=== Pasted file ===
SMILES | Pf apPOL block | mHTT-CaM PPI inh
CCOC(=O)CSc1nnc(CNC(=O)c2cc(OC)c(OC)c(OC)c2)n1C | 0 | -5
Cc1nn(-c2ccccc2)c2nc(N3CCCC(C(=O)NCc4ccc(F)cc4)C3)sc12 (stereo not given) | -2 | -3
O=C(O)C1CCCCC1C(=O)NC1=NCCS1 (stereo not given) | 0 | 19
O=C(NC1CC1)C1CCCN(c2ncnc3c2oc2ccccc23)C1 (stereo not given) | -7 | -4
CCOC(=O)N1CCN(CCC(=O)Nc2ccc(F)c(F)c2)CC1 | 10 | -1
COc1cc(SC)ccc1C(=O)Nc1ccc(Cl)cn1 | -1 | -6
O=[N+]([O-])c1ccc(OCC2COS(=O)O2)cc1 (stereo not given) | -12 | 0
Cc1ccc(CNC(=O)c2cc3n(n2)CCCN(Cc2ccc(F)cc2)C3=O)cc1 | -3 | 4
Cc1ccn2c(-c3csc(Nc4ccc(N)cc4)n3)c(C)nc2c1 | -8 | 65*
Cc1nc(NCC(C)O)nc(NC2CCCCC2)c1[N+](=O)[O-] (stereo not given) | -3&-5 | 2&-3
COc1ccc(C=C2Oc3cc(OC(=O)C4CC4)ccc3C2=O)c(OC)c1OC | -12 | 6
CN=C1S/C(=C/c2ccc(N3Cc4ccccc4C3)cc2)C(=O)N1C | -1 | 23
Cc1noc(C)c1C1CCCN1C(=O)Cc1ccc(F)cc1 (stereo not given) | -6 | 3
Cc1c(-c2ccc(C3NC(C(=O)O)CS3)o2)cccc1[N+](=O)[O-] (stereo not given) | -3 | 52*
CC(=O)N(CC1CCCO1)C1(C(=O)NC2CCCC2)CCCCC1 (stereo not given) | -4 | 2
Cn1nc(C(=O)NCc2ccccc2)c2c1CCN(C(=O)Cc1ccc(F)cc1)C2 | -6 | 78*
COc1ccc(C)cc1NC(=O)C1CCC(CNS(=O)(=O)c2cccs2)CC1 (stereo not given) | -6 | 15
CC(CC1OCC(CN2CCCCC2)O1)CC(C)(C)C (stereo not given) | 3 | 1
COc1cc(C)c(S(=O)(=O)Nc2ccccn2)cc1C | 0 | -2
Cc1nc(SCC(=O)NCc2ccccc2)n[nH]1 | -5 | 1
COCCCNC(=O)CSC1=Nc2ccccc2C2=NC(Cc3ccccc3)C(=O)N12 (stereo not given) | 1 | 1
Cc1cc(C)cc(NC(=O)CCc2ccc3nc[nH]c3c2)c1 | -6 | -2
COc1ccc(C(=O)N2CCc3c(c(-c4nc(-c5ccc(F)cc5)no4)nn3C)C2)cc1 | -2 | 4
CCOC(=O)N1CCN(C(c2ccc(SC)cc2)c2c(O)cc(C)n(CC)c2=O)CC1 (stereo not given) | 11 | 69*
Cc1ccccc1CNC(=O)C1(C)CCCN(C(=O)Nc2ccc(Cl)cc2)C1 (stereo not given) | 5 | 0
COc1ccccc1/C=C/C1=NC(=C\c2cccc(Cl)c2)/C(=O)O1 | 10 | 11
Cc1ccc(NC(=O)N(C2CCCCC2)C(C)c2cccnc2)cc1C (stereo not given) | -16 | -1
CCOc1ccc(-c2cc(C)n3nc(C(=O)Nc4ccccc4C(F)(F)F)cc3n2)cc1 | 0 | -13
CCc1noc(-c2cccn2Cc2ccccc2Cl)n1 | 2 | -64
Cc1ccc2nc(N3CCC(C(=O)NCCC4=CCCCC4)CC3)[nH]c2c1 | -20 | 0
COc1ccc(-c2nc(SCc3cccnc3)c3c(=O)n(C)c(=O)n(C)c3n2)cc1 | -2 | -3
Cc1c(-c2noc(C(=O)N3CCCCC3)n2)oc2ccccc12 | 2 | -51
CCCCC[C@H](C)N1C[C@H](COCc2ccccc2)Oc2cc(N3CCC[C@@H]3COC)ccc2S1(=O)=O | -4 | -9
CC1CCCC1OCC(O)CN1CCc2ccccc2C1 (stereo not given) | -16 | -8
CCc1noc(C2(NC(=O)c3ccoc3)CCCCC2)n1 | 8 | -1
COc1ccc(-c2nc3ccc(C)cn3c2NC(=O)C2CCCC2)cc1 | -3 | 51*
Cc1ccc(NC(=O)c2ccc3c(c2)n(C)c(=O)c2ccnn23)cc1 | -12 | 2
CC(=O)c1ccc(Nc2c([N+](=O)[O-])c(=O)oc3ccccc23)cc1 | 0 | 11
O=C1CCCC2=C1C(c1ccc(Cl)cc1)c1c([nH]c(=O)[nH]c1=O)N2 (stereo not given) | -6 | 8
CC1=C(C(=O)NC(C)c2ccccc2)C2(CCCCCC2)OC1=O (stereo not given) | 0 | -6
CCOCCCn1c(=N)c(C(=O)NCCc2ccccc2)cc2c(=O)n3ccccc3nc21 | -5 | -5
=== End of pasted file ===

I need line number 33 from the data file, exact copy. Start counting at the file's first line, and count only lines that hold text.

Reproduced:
Cc1c(-c2noc(C(=O)N3CCCCC3)n2)oc2ccccc12 | 2 | -51